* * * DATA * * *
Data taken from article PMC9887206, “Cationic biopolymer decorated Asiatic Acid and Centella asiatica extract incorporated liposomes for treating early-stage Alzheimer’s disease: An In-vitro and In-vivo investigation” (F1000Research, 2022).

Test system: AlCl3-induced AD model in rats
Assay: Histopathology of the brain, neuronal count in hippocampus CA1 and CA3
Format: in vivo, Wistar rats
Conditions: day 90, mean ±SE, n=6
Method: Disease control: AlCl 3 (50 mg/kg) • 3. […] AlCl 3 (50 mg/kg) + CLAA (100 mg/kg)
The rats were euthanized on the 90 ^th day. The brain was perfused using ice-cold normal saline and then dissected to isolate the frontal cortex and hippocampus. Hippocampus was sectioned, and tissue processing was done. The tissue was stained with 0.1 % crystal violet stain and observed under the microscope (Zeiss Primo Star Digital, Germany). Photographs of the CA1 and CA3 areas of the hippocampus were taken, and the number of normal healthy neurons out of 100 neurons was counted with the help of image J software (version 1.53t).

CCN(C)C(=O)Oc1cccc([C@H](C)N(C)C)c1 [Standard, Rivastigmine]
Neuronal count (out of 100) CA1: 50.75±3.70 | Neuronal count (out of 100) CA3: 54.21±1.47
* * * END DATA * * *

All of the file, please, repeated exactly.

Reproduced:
Data taken from article PMC9887206, “Cationic biopolymer decorated Asiatic Acid and Centella asiatica extract incorporated liposomes for treating early-stage Alzheimer’s disease: An In-vitro and In-vivo investigation” (F1000Research, 2022).

Test system: AlCl3-induced AD model in rats
Assay: Histopathology of the brain, neuronal count in hippocampus CA1 and CA3
Format: in vivo, Wistar rats
Conditions: day 90, mean ±SE, n=6
Method: Disease control: AlCl 3 (50 mg/kg) • 3. […] AlCl 3 (50 mg/kg) + CLAA (100 mg/kg)
The rats were euthanized on the 90 ^th day. The brain was perfused using ice-cold normal saline and then dissected to isolate the frontal cortex and hippocampus. Hippocampus was sectioned, and tissue processing was done. The tissue was stained with 0.1 % crystal violet stain and observed under the microscope (Zeiss Primo Star Digital, Germany). Photographs of the CA1 and CA3 areas of the hippocampus were taken, and the number of normal healthy neurons out of 100 neurons was counted with the help of image J software (version 1.53t).

CCN(C)C(=O)Oc1cccc([C@H](C)N(C)C)c1 [Standard, Rivastigmine]
Neuronal count (out of 100) CA1: 50.75±3.70 | Neuronal count (out of 100) CA3: 54.21±1.47